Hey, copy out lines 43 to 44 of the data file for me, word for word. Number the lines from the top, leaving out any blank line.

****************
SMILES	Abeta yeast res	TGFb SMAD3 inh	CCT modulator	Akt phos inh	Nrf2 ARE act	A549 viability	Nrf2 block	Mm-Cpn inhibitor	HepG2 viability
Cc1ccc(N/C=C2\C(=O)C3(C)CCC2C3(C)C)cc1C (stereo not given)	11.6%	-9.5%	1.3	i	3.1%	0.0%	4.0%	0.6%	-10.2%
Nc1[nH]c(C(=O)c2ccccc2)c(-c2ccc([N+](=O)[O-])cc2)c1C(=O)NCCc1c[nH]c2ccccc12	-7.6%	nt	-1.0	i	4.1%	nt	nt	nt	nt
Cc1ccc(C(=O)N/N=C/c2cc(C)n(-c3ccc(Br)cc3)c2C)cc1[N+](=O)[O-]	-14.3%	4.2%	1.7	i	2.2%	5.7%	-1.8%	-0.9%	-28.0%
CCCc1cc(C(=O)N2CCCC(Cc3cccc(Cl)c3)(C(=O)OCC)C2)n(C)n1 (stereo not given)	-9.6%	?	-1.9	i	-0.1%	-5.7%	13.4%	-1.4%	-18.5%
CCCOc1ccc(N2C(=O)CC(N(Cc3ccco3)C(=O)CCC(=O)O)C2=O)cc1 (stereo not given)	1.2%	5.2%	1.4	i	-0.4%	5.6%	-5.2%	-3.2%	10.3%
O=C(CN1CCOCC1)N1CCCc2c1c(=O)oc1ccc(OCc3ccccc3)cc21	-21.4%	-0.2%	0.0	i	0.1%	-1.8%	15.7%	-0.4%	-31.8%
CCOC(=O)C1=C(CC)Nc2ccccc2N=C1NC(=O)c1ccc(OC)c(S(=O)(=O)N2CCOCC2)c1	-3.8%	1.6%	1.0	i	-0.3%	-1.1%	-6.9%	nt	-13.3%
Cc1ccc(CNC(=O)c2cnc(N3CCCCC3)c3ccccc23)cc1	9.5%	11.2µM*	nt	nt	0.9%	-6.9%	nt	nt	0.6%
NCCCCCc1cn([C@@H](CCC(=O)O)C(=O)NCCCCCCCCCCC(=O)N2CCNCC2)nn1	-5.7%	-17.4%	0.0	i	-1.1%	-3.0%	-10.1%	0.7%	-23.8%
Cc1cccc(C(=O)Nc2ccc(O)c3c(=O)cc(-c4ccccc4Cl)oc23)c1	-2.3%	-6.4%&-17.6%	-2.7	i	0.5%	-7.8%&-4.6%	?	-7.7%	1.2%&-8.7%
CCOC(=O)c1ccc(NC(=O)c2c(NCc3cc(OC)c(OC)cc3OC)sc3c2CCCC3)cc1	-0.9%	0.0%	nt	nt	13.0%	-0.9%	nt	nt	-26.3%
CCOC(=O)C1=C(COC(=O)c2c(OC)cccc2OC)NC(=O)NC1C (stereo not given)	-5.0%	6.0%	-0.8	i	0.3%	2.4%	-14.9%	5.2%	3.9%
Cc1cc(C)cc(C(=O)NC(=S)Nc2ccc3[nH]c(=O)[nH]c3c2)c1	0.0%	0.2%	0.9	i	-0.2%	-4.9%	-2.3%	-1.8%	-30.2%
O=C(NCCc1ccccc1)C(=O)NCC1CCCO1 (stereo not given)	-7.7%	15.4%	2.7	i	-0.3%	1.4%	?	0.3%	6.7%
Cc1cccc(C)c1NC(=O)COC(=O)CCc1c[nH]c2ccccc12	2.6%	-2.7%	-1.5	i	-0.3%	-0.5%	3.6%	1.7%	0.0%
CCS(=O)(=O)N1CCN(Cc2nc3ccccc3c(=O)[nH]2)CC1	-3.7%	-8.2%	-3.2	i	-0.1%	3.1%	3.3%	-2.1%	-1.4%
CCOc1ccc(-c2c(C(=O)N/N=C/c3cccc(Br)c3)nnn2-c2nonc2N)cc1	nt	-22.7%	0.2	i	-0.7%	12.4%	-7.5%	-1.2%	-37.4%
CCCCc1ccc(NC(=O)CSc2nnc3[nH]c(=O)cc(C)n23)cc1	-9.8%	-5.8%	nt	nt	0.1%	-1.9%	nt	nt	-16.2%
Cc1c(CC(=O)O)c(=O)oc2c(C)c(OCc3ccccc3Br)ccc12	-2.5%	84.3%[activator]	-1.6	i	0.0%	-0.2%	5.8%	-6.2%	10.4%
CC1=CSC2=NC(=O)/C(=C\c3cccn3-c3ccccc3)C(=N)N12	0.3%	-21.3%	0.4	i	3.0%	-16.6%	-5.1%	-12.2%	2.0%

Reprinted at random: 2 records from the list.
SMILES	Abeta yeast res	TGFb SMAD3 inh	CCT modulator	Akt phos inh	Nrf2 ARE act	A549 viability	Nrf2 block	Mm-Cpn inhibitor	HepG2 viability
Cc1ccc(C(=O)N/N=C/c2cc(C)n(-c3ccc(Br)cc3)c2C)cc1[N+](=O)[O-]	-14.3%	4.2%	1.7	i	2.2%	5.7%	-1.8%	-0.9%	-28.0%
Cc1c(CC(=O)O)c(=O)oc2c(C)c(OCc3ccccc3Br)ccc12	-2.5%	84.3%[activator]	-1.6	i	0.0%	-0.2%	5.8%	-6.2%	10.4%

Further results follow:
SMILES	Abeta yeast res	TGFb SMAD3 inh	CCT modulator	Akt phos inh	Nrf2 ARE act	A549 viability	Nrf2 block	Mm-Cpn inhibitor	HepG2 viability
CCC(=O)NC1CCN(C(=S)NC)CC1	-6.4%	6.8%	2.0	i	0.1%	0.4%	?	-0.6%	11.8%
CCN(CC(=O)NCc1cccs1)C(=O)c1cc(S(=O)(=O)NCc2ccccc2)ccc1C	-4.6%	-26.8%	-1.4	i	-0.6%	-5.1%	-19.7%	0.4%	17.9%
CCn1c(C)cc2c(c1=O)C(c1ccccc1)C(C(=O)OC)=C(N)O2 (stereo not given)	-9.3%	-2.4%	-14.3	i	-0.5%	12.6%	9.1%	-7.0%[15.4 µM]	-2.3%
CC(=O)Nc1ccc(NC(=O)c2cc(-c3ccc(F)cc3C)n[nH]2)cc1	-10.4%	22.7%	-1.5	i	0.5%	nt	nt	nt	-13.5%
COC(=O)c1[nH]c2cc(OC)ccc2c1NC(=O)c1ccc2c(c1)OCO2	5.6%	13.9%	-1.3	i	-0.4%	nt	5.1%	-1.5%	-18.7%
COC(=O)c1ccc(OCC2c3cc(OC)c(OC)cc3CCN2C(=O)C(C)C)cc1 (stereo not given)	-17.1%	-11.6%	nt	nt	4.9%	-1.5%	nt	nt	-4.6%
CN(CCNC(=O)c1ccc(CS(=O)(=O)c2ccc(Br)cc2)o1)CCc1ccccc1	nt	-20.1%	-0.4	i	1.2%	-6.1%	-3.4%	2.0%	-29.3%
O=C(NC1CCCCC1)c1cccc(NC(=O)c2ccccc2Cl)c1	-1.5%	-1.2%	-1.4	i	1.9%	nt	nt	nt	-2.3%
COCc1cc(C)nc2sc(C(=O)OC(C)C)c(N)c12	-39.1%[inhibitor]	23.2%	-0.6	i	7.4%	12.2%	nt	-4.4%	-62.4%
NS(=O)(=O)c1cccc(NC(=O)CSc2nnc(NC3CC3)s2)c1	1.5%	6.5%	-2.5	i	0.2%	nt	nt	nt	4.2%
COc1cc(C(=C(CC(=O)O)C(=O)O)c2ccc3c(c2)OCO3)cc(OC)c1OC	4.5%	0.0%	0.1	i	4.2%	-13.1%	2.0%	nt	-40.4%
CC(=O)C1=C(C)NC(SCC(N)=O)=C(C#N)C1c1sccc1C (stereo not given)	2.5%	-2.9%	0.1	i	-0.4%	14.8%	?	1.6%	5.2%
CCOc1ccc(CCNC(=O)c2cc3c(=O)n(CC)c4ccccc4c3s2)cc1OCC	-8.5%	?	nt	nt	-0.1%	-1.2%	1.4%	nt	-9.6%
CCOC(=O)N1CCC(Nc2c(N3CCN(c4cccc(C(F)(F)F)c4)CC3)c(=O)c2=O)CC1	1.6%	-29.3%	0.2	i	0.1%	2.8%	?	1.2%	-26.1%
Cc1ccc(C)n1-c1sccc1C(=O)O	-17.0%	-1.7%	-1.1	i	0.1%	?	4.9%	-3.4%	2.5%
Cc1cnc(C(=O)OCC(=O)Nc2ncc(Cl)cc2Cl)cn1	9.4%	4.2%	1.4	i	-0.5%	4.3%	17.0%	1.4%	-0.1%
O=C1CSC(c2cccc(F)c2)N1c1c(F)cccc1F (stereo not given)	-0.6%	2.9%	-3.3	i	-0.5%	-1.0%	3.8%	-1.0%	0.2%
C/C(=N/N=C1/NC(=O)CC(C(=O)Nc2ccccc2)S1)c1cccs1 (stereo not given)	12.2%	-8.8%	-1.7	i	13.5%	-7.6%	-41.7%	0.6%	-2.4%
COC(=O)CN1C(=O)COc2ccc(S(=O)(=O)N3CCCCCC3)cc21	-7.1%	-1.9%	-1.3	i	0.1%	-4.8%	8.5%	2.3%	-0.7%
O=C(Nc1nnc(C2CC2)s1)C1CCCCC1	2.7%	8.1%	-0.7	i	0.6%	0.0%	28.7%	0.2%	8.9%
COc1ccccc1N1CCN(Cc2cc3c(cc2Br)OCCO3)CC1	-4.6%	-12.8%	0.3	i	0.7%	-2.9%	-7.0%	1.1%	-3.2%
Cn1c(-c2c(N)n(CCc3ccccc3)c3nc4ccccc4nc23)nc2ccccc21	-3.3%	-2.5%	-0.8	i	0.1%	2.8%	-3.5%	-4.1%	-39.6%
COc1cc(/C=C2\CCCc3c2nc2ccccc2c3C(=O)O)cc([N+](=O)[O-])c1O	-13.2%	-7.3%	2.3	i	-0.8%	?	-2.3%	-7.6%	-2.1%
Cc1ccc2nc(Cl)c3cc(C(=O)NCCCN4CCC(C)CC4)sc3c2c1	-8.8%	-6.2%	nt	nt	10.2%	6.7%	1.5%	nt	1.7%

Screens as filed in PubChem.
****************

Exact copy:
Cc1cnc(C(=O)OCC(=O)Nc2ncc(Cl)cc2Cl)cn1	9.4%	4.2%	1.4	i	-0.5%	4.3%	17.0%	1.4%	-0.1%
O=C1CSC(c2cccc(F)c2)N1c1c(F)cccc1F (stereo not given)	-0.6%	2.9%	-3.3	i	-0.5%	-1.0%	3.8%	-1.0%	0.2%